Indications for Lowering LDL Cholesterol in Rheumatoid Arthritis: An Unrecognized Problem
Maria Usman Khan1,3,4, Usman Azhar Khan2,3, Alwin Sebastian1, Fahd Adeeb1,3, Eoghan Maher3, Hafiz Hamid Bajwa4, Muddassar Ahmad4, Mary Brady1, Siobhan Morrisey1, John Paul Doran1, Joseph Devlin1, Alexander Fraser1,3 preprocess
1. Department of Rheumatology, University Hospital Limerick, Limerick, Ireland 2. Department of Cardiology, University Hospital Limerick, Limerick, Ireland 3. Graduate Entry Medical School, University of Limerick, Limerick, Ireland 4. Department of Rheumatology, Beaumont Hospital, Dublin, Ireland
Rheumatoid arthritis (RA) is a recognized independent risk factor of accelerated atherosclerosis. The 2016 Joint European Society of Cardiology (ESC) guidelines on cardiovascular disease (CVD) prevention in clinical practice recommended a systematic CVD assessment as a screening tool in individuals at increased cardiovascular risk including targeted high-risk subpopulation such as RA, using the Systematic COronary Risk Evaluation (SCORE) tool that gives an estimate of the 10-year risk of a first fatal atherosclerotic event.
The aim of the study is twofold: To determine the efficiency of screening for hyperlipidemia in our RA cohort and secondly, to evaluate the initiation and optimization of lipid lowering therapy among the indicated RA patients after devising departmental guidelines and continuous education based on the initial results of first audit in June 2016.
This multicenter re-audit involved 2 teaching hospitals (Croom hospital & University Hospital Limerick). 100 consecutive patients with definite RA were recruited in January-February 2017. A proforma was completed for each patient based on medical notes and electronic record. In those patients where data on age, gender, smoking, blood pressure and lipid profile were complete, the 10-year risk of fatal CVD was calculated by using the SCORE chart. The patients were stratified into 4 risk categories, and together with measurement of target LDL-cholesterol (LDL-c) levels, recommendations for lipid lowering measures were adapted: Ideal LDL-c for low (SCORE <1%) and moderate risk patients (SCORE ≥1- <5%) should be <3.0 mmol/L, <2.6mmol/L for high risk (SCORE ≥5- <10%) and <1.8mmol/L for very high risk patients (SCORE ≥10%). Statins were the recommended treatment.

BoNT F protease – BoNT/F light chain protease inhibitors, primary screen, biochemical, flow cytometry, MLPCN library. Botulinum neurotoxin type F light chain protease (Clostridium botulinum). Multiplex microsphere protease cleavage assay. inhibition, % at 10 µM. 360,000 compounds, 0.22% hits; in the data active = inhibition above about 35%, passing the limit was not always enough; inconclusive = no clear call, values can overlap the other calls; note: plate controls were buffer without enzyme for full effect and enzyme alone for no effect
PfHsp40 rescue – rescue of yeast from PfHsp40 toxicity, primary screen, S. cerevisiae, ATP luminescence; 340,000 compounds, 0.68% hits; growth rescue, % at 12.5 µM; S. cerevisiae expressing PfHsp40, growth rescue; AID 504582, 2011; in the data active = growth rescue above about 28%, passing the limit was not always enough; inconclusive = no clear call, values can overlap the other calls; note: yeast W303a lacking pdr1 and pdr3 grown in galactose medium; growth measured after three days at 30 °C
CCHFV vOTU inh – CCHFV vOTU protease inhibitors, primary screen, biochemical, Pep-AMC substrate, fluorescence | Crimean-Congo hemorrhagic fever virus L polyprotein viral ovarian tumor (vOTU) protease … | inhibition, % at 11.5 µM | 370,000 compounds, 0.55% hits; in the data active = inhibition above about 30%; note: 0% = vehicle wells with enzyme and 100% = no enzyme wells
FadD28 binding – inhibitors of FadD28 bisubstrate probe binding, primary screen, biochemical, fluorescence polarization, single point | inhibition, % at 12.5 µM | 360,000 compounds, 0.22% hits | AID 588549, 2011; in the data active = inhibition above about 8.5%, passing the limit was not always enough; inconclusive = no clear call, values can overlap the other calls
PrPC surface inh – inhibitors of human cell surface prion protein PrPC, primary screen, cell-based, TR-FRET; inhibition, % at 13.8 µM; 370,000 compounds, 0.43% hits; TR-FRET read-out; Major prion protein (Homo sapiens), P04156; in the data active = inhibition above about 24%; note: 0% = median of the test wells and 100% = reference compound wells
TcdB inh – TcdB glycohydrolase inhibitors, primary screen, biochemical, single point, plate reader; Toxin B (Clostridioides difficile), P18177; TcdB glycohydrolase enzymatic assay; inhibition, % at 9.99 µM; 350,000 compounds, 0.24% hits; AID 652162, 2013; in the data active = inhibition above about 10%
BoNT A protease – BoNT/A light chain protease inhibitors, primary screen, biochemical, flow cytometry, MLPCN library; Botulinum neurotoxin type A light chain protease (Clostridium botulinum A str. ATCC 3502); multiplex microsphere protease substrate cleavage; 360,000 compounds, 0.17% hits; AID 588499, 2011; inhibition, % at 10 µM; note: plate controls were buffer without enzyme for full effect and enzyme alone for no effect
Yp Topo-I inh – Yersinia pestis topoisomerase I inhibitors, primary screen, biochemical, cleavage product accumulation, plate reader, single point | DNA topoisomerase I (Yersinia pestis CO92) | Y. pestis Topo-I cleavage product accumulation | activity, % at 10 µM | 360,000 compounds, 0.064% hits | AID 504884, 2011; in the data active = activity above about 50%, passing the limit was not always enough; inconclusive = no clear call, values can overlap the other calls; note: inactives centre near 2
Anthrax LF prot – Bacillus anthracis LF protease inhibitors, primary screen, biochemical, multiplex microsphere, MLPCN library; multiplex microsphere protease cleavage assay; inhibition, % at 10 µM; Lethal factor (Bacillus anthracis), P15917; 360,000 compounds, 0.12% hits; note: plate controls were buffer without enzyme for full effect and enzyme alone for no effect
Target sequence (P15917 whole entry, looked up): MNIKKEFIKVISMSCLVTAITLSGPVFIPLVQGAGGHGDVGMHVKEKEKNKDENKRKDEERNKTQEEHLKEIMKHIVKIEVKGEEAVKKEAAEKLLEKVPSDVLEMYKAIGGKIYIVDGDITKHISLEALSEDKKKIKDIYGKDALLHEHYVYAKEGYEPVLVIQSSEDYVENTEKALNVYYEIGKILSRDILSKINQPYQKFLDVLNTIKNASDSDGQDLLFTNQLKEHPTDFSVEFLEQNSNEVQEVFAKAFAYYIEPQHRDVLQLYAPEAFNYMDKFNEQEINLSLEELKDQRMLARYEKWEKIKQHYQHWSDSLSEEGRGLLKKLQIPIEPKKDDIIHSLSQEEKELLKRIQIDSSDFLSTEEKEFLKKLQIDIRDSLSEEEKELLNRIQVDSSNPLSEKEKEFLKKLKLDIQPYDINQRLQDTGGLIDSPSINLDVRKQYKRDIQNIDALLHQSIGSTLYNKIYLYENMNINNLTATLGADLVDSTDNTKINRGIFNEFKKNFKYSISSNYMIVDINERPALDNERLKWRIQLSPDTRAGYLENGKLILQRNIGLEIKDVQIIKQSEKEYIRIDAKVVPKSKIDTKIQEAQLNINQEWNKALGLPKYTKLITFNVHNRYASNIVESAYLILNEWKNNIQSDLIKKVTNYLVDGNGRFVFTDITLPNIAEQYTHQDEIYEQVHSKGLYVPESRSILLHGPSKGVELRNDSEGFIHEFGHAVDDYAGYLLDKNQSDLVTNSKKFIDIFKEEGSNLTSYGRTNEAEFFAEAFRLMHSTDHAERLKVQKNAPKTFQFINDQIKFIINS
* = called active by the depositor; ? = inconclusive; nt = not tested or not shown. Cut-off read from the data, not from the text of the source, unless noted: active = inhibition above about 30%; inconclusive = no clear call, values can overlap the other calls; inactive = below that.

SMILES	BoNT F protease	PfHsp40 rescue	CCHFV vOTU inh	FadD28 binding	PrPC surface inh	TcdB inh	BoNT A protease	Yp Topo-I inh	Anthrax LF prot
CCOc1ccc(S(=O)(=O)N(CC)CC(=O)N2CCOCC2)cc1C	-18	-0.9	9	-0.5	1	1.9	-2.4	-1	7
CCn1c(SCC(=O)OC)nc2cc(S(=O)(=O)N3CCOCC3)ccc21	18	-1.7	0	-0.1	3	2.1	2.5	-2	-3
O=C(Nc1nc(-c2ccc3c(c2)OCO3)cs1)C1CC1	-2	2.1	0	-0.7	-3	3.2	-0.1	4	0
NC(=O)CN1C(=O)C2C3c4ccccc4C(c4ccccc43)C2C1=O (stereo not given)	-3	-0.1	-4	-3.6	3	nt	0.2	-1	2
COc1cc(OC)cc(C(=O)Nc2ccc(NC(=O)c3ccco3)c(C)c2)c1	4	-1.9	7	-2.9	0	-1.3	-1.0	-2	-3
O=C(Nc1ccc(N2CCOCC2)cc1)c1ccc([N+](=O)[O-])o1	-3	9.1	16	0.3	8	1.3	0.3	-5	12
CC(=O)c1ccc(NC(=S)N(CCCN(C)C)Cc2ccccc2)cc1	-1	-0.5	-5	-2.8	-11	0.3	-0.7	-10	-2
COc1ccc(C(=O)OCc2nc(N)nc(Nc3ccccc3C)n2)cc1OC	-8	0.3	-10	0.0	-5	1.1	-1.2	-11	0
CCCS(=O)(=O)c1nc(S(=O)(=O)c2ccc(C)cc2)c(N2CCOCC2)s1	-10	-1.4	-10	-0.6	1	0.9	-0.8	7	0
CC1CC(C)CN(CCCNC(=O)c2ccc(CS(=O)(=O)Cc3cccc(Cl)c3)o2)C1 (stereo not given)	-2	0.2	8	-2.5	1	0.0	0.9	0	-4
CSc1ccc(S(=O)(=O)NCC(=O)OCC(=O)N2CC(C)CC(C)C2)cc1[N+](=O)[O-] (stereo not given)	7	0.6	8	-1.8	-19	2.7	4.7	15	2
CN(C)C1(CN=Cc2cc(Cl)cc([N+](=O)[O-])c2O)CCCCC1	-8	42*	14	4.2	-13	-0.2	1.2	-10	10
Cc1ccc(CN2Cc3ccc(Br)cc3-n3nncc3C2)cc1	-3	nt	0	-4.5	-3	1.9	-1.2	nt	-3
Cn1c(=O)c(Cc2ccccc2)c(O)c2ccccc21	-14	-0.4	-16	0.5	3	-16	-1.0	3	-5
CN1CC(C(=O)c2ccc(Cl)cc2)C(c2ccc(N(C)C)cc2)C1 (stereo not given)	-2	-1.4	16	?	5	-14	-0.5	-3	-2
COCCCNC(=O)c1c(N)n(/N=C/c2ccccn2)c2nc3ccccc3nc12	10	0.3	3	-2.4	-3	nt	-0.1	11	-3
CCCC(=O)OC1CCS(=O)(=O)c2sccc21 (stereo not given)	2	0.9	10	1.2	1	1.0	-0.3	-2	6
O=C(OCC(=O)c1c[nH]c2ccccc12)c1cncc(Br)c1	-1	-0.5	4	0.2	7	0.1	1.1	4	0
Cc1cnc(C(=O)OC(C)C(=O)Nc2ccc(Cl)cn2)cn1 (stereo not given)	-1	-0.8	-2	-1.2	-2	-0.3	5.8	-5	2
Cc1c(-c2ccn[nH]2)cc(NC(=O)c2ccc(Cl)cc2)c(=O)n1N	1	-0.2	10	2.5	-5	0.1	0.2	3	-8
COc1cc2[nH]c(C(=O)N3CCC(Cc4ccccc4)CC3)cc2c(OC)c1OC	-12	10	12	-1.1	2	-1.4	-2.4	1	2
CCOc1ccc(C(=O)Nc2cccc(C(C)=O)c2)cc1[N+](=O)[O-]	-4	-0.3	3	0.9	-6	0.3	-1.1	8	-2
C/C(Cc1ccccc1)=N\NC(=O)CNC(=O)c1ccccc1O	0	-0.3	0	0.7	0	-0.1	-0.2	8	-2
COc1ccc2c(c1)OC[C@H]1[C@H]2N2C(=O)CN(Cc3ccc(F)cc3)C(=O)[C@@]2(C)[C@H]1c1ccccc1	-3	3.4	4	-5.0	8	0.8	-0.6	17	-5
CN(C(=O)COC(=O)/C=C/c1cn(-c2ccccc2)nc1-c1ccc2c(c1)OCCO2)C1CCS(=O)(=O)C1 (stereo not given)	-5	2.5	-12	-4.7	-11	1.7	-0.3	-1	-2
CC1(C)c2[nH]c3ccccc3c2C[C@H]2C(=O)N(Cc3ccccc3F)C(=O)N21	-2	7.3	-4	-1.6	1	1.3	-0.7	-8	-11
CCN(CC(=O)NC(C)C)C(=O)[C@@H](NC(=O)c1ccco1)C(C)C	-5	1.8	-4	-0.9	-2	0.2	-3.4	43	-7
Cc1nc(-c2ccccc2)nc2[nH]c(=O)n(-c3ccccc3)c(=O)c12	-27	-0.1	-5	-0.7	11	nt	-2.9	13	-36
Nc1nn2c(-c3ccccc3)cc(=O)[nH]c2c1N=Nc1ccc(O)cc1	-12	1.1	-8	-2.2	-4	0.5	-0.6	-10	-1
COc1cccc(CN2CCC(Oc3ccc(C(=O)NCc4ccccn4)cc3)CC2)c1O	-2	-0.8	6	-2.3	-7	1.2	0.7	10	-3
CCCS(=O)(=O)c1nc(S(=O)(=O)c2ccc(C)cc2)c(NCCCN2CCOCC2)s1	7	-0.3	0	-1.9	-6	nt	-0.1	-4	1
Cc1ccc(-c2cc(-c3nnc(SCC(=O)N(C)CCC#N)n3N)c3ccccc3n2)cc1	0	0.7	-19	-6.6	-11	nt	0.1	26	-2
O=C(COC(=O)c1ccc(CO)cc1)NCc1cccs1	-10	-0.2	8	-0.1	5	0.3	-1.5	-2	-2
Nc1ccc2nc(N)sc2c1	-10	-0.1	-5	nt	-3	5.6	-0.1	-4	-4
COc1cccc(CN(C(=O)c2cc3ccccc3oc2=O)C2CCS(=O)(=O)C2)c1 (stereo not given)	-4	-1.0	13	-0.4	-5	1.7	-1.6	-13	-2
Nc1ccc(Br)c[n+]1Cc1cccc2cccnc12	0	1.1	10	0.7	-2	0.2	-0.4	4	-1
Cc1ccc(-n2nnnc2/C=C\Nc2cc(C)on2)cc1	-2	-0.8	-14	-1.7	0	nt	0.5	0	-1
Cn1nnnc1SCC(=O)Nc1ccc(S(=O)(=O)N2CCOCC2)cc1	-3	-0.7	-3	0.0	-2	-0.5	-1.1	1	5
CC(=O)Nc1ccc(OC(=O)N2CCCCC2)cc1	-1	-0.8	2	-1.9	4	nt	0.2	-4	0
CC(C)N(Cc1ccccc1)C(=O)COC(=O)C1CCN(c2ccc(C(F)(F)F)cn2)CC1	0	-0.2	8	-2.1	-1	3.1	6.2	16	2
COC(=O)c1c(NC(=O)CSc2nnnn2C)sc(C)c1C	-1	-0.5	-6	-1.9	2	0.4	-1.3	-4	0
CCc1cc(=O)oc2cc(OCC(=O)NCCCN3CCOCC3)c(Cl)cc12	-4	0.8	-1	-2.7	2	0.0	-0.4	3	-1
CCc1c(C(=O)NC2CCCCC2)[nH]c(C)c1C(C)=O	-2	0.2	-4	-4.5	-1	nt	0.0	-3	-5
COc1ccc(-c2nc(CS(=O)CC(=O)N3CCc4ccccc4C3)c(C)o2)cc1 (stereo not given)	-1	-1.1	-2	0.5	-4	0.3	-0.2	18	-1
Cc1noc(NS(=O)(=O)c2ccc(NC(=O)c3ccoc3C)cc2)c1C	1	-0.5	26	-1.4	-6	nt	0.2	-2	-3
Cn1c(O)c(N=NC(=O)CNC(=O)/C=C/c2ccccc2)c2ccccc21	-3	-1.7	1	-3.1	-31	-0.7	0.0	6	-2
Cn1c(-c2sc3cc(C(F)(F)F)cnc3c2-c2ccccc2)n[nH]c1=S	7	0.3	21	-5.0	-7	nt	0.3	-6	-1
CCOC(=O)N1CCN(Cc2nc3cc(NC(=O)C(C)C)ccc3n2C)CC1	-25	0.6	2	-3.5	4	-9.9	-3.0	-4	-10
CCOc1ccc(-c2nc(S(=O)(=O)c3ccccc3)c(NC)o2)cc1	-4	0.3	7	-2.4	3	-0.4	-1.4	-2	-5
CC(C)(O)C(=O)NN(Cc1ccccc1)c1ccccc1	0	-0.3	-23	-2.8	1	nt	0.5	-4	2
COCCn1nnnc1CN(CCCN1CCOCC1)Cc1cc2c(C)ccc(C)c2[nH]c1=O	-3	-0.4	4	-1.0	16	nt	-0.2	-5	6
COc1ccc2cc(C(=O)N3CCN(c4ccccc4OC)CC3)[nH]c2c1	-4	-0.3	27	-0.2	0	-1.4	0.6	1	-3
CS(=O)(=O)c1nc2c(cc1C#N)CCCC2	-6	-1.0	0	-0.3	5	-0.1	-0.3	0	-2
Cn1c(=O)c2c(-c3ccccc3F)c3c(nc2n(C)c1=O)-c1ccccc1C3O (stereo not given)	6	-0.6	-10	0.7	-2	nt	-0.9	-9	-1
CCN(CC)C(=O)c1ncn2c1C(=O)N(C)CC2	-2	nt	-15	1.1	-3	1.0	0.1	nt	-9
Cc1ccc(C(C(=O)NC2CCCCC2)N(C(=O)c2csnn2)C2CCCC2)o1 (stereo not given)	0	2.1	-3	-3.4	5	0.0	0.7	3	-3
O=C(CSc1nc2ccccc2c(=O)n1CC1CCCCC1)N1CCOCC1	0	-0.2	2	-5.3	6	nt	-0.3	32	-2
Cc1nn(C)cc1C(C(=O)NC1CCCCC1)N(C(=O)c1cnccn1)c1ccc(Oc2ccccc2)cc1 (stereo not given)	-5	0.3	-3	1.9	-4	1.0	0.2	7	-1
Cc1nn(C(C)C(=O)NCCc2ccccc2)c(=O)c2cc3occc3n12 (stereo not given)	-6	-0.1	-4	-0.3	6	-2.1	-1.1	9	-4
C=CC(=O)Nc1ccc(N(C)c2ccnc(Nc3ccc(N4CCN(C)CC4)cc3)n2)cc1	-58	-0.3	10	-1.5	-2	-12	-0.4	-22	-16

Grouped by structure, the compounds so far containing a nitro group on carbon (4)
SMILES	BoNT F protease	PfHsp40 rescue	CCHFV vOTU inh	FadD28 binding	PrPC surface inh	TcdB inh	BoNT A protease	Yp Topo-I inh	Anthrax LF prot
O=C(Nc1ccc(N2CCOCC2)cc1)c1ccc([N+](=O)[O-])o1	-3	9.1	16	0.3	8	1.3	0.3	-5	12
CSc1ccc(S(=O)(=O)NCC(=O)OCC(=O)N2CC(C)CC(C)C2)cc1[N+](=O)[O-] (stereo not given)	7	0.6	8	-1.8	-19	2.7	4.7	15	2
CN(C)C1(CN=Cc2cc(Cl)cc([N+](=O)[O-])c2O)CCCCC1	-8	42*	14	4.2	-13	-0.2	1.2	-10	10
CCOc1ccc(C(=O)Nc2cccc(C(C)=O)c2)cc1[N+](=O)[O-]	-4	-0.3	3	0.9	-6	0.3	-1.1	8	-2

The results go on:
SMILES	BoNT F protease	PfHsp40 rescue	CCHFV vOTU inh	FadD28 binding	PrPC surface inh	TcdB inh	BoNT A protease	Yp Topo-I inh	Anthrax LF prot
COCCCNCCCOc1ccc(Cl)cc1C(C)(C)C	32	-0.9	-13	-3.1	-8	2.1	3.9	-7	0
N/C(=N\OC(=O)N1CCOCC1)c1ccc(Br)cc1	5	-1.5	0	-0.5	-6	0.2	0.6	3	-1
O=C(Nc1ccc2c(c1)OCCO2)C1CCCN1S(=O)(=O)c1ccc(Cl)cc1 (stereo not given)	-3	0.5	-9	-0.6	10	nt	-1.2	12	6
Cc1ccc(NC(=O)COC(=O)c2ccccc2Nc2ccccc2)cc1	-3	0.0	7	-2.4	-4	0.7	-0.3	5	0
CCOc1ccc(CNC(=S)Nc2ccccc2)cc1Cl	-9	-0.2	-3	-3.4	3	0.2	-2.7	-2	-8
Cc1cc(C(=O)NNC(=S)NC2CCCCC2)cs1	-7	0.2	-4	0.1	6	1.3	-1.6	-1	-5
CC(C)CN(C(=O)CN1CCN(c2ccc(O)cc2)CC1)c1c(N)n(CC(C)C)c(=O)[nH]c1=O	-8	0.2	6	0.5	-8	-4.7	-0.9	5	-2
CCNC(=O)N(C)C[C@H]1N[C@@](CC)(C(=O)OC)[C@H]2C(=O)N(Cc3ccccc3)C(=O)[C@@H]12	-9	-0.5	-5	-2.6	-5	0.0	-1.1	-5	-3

Among the 100 patients, full lipid profile was performed in 80% patients within the last 4-years as compared to 87% patients in first audit. In both studies 43% patients had adequate data to calculate the 10-year risk of fatal CVD. Figure-1 illustrates 10-year CVD risk based on SCORE model stratifying patients in 4 risk categories on the basis of target LDL-c and also compares patients in these categories in both audits. We found that overall there was 5% improvement in lipidaemic control indicating optimized statin dose and 14% patients achieved their target LDL-c while on treatment. Overall 41% patients (18/43) had an indication for de novo statin therapy in both audits as they were not on treatment despite fulfilling the above-mentioned criteria.
Despite sufficiently having adequate indication to be on lipid lowering therapy, majority of the patients remained untreated. To address this issue, we recommend further education both at departmental and community level and annual screening using the latest Joint ESC guidelines of the 10-year risk of fatal CVD in combination with target LDL-c measurement, with re-audit to see if this is achieved.